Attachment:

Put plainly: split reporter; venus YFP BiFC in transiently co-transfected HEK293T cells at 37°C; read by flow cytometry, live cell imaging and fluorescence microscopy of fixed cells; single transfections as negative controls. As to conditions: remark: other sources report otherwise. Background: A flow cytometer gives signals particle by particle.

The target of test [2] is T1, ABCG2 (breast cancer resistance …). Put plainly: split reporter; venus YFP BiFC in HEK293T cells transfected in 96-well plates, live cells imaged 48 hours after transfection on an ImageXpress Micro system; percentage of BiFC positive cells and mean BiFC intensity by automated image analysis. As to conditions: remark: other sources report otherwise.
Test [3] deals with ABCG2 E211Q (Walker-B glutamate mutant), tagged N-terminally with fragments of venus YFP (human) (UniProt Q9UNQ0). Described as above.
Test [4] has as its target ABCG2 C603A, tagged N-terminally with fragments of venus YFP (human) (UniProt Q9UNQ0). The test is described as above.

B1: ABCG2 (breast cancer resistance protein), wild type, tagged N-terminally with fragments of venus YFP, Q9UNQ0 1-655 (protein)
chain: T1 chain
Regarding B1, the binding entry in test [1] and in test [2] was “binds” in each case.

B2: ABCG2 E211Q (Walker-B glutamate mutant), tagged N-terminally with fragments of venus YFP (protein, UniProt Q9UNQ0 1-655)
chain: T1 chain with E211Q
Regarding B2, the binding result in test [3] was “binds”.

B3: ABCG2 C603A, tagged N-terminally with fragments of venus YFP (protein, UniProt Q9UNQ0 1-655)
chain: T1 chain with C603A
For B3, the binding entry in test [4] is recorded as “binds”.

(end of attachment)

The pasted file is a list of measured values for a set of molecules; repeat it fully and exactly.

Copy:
Put plainly: split reporter; venus YFP BiFC in transiently co-transfected HEK293T cells at 37°C; read by flow cytometry, live cell imaging and fluorescence microscopy of fixed cells; single transfections as negative controls. As to conditions: remark: other sources report otherwise. Background: A flow cytometer gives signals particle by particle.

The target of test [2] is T1, ABCG2 (breast cancer resistance …). Put plainly: split reporter; venus YFP BiFC in HEK293T cells transfected in 96-well plates, live cells imaged 48 hours after transfection on an ImageXpress Micro system; percentage of BiFC positive cells and mean BiFC intensity by automated image analysis. As to conditions: remark: other sources report otherwise.
Test [3] deals with ABCG2 E211Q (Walker-B glutamate mutant), tagged N-terminally with fragments of venus YFP (human) (UniProt Q9UNQ0). Described as above.
Test [4] has as its target ABCG2 C603A, tagged N-terminally with fragments of venus YFP (human) (UniProt Q9UNQ0). The test is described as above.

B1: ABCG2 (breast cancer resistance protein), wild type, tagged N-terminally with fragments of venus YFP, Q9UNQ0 1-655 (protein)
chain: T1 chain
Regarding B1, the binding entry in test [1] and in test [2] was “binds” in each case.

B2: ABCG2 E211Q (Walker-B glutamate mutant), tagged N-terminally with fragments of venus YFP (protein, UniProt Q9UNQ0 1-655)
chain: T1 chain with E211Q
Regarding B2, the binding result in test [3] was “binds”.

B3: ABCG2 C603A, tagged N-terminally with fragments of venus YFP (protein, UniProt Q9UNQ0 1-655)
chain: T1 chain with C603A
For B3, the binding entry in test [4] is recorded as “binds”.